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Figure-eight and Omni LCDs

Discussion in 'Sound, Music, and Intercom' started by jkowtko, Oct 31, 2008.

  1. jkowtko

    jkowtko Active Member

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    Redwood City, CA
    (sorry ... LDCs)

    Forgive me for sounding naive, but mics (other than lavs) are one area where I haven't spent much time yet, and I am now just starting to dig into it more.

    As I look for new mics to add to my growing arsenal, there are versions with pad, HPF, and multi-pattern. I somewhat know the use of HPF and pad -- but could use some more basic guidance on multi-pattern.

    What are the common uses for a figure-eight pattern, for example?

    Also, how about omni?

    Is it simply based on where the sound source(s) is/are relative to the mic, or is the tonal quality also significantly different between the different patterns? Or are there certain types of vocals and/or instruments that work better with one pattern vs another?

    Thanks. John
  2. museav

    museav CBMod CB Mods Departed Member

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    Acoustical, audio and audiovisual consultant
    Marietta, GA
    Probably one of the most common uses is a Blumlein pair, two figure eight mics crossed at 90 degrees, or a Mid-Side, a figure eight sideways with a cardioid, omni or figure eight on axis, used for stereo recording. Another common use would be in an interview situation with one person to either side of the mic. But you might also put one between two toms to pick up their sound and reject everything from the front and back.

    Used for many things, often a good general choice unless you need directionality. Omnis are often less susceptible to breath noise and have better low frequency response as well as not exhibiting proximity effect (see below). The reasons to avoid omnis are usually more gain and feedback related, or simply avoiding picking up off axis sounds, than they are sound quality related.

    All of the above and more. It's not just where the sound source is relative to the mic but also where any other sources are, for example using a cardioid for a vocal mic is often desirable if you are using floor monitors as you typically want a fairly forgiving pattern to the front and rejection off the back where the monitor is located and an omni or hypercardioid would not provide those characteristics. Another example is that directional mics such as cardioid and hypercardioid mics usually exhibit a phenomena called proximity effect, as you get close to the mic there is a bass boost. This can be desirable or undesirable depending on the application. There are many resources online and in reference books on mics and mic applications but the best way is often just to try it, sometimes what seem like very odd approaches work amazingly well for specific applications.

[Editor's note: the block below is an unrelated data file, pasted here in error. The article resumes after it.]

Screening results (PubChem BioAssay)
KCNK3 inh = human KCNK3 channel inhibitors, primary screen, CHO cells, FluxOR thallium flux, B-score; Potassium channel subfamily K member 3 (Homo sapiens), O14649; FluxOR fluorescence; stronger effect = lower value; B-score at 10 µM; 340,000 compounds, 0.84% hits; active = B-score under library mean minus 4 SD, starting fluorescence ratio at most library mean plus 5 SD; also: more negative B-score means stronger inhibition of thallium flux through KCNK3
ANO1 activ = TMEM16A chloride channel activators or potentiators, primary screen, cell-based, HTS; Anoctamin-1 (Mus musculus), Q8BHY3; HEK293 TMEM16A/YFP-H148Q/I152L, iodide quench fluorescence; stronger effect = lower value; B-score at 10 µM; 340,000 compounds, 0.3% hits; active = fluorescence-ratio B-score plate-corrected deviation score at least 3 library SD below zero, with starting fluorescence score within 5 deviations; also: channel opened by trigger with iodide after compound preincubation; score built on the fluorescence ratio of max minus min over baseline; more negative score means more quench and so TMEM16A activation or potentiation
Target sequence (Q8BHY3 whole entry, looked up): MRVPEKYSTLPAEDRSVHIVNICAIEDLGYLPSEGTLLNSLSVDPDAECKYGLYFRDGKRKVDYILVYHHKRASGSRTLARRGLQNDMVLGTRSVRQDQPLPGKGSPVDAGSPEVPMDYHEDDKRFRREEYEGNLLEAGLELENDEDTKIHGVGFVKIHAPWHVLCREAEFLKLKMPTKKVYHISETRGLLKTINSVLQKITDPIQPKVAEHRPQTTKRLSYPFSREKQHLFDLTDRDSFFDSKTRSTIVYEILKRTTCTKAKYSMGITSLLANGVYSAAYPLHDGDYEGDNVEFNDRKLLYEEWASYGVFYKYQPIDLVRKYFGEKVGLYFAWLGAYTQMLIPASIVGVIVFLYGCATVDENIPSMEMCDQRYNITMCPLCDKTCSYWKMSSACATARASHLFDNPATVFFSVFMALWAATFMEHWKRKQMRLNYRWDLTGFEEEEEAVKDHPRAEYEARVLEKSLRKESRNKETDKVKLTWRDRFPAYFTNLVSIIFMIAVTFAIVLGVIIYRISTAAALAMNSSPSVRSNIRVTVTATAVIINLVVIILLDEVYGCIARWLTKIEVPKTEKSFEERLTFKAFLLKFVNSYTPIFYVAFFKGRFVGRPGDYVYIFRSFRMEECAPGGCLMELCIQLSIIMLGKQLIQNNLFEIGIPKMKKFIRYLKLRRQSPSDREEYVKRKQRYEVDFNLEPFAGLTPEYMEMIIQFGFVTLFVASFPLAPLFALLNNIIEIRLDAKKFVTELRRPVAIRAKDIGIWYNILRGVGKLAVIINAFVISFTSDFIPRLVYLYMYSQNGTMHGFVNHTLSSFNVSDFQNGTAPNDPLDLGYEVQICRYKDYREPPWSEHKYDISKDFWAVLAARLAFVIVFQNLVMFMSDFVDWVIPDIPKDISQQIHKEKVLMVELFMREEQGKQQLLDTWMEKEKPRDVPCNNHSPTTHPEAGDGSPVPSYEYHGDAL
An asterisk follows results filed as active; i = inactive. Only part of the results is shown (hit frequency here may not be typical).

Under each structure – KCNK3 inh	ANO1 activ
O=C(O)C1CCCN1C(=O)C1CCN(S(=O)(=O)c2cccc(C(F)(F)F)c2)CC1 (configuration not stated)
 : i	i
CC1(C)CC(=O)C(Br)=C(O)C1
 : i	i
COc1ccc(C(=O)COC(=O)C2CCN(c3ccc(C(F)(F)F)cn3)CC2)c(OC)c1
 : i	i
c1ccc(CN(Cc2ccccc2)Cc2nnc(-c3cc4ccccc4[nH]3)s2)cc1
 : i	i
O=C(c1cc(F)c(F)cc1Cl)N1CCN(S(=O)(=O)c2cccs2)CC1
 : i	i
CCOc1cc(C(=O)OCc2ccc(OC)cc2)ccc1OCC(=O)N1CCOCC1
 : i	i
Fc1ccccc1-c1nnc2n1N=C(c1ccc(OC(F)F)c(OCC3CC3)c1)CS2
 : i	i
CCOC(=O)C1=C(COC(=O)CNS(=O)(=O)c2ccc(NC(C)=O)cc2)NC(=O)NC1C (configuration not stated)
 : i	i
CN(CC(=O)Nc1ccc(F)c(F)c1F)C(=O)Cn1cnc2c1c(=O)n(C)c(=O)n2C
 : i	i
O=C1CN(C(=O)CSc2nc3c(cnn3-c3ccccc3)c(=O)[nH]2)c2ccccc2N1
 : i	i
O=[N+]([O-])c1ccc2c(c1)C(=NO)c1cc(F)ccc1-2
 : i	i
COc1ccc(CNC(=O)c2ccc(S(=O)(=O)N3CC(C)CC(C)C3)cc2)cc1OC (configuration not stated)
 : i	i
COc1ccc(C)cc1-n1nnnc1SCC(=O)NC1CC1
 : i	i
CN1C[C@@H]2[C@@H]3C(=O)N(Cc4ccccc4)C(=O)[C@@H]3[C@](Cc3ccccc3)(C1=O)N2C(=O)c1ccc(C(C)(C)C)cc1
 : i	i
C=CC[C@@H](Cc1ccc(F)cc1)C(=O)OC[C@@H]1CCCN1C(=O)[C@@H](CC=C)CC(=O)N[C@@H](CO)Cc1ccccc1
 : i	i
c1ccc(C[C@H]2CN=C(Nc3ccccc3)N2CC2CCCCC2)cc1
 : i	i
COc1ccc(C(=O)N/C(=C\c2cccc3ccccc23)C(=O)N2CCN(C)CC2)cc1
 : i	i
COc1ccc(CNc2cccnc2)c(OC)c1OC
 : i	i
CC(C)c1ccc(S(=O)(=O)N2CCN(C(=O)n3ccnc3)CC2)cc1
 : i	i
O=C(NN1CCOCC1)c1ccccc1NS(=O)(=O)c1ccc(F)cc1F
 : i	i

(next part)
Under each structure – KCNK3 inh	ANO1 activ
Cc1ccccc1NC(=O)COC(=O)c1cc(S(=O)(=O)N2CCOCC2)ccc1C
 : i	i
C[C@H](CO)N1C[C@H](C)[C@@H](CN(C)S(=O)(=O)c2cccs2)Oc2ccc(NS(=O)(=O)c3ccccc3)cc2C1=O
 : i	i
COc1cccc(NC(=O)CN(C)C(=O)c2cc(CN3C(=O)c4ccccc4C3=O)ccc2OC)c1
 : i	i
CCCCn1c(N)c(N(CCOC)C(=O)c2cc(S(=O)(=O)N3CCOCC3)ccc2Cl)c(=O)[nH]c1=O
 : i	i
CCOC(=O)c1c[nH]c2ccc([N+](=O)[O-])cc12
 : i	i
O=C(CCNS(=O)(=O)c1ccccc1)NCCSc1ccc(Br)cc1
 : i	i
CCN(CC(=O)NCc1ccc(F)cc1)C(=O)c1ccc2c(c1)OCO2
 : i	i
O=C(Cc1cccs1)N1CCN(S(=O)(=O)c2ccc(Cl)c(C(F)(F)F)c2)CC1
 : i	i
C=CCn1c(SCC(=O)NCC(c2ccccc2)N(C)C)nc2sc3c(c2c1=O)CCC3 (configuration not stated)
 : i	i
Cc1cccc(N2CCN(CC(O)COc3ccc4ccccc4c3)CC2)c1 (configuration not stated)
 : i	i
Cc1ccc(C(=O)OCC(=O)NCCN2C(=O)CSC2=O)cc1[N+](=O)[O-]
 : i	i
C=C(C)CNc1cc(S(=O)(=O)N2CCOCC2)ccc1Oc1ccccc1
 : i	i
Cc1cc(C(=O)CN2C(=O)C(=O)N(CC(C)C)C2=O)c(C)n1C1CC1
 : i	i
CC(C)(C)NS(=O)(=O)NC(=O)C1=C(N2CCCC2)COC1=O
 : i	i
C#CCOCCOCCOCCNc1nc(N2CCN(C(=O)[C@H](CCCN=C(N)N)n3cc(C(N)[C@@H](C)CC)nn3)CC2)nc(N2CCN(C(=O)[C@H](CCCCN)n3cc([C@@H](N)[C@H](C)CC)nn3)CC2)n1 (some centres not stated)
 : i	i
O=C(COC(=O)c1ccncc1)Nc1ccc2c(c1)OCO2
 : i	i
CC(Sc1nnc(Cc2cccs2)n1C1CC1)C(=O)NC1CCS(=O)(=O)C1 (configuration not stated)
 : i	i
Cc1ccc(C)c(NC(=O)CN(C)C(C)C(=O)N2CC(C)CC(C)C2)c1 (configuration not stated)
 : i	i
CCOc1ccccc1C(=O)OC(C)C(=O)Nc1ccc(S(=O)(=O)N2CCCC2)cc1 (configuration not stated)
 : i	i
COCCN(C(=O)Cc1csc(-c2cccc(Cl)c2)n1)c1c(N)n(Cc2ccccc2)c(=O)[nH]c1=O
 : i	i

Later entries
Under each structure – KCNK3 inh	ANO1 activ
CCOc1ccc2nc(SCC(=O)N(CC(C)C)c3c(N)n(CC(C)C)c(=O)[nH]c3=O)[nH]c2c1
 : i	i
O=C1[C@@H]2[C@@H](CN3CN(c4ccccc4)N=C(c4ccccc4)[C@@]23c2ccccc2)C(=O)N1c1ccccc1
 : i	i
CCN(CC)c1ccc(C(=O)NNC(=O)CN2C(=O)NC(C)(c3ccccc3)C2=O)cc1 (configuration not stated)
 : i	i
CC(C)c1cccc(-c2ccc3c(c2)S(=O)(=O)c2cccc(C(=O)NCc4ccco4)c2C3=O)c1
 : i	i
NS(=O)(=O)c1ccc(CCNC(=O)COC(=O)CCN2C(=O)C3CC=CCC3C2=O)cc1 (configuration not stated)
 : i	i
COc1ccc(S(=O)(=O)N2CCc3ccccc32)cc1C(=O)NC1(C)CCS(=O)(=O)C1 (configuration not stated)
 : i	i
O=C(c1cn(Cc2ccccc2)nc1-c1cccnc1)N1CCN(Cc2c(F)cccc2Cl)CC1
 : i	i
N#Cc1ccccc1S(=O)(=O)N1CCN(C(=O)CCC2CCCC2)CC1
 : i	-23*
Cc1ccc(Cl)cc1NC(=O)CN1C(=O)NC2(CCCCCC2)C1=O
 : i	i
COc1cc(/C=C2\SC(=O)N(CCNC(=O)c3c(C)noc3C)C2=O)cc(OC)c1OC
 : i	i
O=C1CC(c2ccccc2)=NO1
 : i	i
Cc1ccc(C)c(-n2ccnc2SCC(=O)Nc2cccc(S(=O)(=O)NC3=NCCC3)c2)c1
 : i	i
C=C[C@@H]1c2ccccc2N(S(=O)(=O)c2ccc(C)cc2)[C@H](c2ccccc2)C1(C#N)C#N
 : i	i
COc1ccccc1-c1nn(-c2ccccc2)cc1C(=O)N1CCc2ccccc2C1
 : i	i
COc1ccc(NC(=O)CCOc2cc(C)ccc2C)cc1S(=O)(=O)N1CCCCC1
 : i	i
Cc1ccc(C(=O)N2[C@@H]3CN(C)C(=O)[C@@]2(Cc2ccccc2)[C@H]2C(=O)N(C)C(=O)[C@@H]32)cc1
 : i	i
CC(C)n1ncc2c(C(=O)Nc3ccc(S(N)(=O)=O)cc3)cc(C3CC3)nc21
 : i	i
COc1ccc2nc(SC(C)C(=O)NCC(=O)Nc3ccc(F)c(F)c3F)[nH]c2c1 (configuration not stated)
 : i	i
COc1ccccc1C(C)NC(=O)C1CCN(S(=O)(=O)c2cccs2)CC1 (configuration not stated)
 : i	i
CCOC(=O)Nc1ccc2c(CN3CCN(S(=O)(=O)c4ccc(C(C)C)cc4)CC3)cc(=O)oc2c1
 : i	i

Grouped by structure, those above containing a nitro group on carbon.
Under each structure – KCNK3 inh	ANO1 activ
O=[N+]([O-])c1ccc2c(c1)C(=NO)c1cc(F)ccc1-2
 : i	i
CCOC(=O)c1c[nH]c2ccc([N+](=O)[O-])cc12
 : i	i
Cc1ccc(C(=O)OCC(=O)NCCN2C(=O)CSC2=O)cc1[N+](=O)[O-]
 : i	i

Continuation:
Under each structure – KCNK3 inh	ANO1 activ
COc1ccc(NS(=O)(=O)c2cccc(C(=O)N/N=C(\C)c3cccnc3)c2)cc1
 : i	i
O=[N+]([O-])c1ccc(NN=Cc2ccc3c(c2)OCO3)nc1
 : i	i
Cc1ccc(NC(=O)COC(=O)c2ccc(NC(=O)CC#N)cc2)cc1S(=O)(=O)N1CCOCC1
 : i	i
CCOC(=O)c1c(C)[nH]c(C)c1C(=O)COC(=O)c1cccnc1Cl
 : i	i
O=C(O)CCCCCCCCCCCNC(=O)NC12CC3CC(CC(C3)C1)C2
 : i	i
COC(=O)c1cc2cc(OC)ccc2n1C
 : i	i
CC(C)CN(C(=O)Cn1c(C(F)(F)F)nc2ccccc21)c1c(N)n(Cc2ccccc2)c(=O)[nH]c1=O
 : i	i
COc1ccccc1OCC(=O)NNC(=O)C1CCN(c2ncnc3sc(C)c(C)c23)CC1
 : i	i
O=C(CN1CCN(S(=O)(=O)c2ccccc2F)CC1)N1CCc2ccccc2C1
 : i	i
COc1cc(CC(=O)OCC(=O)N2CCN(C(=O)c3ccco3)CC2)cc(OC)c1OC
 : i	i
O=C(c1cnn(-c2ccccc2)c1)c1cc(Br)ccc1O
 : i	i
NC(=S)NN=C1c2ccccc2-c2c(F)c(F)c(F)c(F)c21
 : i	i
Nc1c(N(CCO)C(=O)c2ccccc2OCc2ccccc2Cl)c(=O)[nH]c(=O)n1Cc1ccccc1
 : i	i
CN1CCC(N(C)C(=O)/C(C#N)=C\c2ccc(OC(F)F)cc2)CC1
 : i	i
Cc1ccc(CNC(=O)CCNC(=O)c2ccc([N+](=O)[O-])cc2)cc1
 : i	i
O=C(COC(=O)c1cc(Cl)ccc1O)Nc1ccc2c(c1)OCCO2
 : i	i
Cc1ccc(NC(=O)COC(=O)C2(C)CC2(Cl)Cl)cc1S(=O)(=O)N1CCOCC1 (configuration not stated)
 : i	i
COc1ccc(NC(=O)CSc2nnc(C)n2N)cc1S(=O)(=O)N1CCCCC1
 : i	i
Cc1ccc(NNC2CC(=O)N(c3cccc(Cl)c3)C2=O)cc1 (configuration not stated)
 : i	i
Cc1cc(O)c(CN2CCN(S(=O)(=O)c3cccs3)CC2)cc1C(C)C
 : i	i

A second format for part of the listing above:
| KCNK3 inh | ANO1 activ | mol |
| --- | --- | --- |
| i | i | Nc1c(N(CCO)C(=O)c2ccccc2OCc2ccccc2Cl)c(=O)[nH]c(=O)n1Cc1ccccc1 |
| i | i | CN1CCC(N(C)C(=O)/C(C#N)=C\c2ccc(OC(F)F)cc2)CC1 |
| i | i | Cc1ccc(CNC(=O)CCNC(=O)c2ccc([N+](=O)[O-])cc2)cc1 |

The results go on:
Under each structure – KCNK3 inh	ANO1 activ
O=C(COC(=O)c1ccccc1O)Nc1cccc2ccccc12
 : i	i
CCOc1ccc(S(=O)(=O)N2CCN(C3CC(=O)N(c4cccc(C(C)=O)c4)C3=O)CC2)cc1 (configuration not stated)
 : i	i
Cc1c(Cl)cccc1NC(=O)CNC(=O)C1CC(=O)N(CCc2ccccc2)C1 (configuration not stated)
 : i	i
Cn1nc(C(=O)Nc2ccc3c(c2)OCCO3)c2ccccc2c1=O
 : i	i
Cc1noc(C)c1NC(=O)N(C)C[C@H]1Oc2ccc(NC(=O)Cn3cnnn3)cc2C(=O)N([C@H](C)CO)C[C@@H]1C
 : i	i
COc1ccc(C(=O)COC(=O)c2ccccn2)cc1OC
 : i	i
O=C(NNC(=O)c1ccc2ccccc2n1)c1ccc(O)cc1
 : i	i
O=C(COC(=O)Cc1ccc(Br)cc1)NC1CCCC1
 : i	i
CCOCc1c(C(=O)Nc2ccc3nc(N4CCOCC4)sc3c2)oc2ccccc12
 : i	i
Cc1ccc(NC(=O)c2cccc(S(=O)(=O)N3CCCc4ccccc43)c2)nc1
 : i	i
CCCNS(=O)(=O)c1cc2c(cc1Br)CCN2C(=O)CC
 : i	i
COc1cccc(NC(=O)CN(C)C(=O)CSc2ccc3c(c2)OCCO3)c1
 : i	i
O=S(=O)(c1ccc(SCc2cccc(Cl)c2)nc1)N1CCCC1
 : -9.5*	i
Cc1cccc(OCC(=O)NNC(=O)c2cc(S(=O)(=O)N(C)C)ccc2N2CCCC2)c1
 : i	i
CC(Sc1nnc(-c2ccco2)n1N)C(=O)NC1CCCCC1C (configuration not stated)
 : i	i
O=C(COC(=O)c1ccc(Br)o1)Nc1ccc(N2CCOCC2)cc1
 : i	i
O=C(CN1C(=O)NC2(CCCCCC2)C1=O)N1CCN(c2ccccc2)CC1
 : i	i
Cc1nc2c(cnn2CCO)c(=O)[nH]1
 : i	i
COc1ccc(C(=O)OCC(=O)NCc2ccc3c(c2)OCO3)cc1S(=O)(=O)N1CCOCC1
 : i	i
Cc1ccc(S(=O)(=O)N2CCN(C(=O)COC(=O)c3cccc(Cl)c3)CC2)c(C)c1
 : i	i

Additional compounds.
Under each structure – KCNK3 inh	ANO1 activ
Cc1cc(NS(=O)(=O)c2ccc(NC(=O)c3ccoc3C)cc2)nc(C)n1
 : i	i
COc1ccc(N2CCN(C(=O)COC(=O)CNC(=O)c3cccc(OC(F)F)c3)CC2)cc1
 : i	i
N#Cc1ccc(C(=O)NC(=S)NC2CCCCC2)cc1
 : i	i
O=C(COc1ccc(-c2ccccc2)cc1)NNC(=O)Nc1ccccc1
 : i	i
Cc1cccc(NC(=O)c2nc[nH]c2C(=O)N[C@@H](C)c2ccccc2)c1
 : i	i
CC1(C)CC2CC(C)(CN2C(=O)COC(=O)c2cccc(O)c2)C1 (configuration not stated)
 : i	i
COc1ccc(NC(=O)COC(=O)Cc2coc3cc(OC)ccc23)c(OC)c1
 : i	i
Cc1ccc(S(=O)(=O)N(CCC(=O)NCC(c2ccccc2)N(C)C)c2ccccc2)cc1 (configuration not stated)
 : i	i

jkowtko and (deleted member) like this.
  3. howlingwolf487

    howlingwolf487 Active Member

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    Collingswood, NJ
    Another person and myself just recorded a vocal ensemble using a Mid-Side setup (a pair of Sony C48 mics). I'll have to try a Blumlein configuration next time...

    I really like using figure-8 patterns for duets. The singers can take cues from each other and can balance themselves as if they were singing next to each other (AND you only have to use 1 channel!).

    Omnidirectional mics can impart a more open sound than microphones with a pattern. I've heard some good uses on guitar cabs. I haven't had too much experience with them, but I would never rule them out except maybe for an event where I need a TON of GBF. Also, you can use spaced omni mics for stereo recording (following the 3-to-1 rule, of course).

    Here are the mics I would go for if I wanted flexibility and ruggedness:

    Sony C48
    AKG C414B-XLS
    Audio-Technica 4050

    I would consider any of them a good investment that would make a great ROI for many, many years. Put 'em on guitar cabs and pianos, use them as overheads, room/ambient mics, recording...the uses are endless!

    Words of the day: Mid-Side Stereo Technique, Blumlein Stereo Technique, Spaced Omni Stereo Technique, 3-to-1- Rule

    For future reference, DPA Microphones has a GREAT page on mic techniques and technology. Also, many pro audio manufacturers have white papers and articles on typical topics in recording and live sound - look for them!
    jkowtko and (deleted member) like this.

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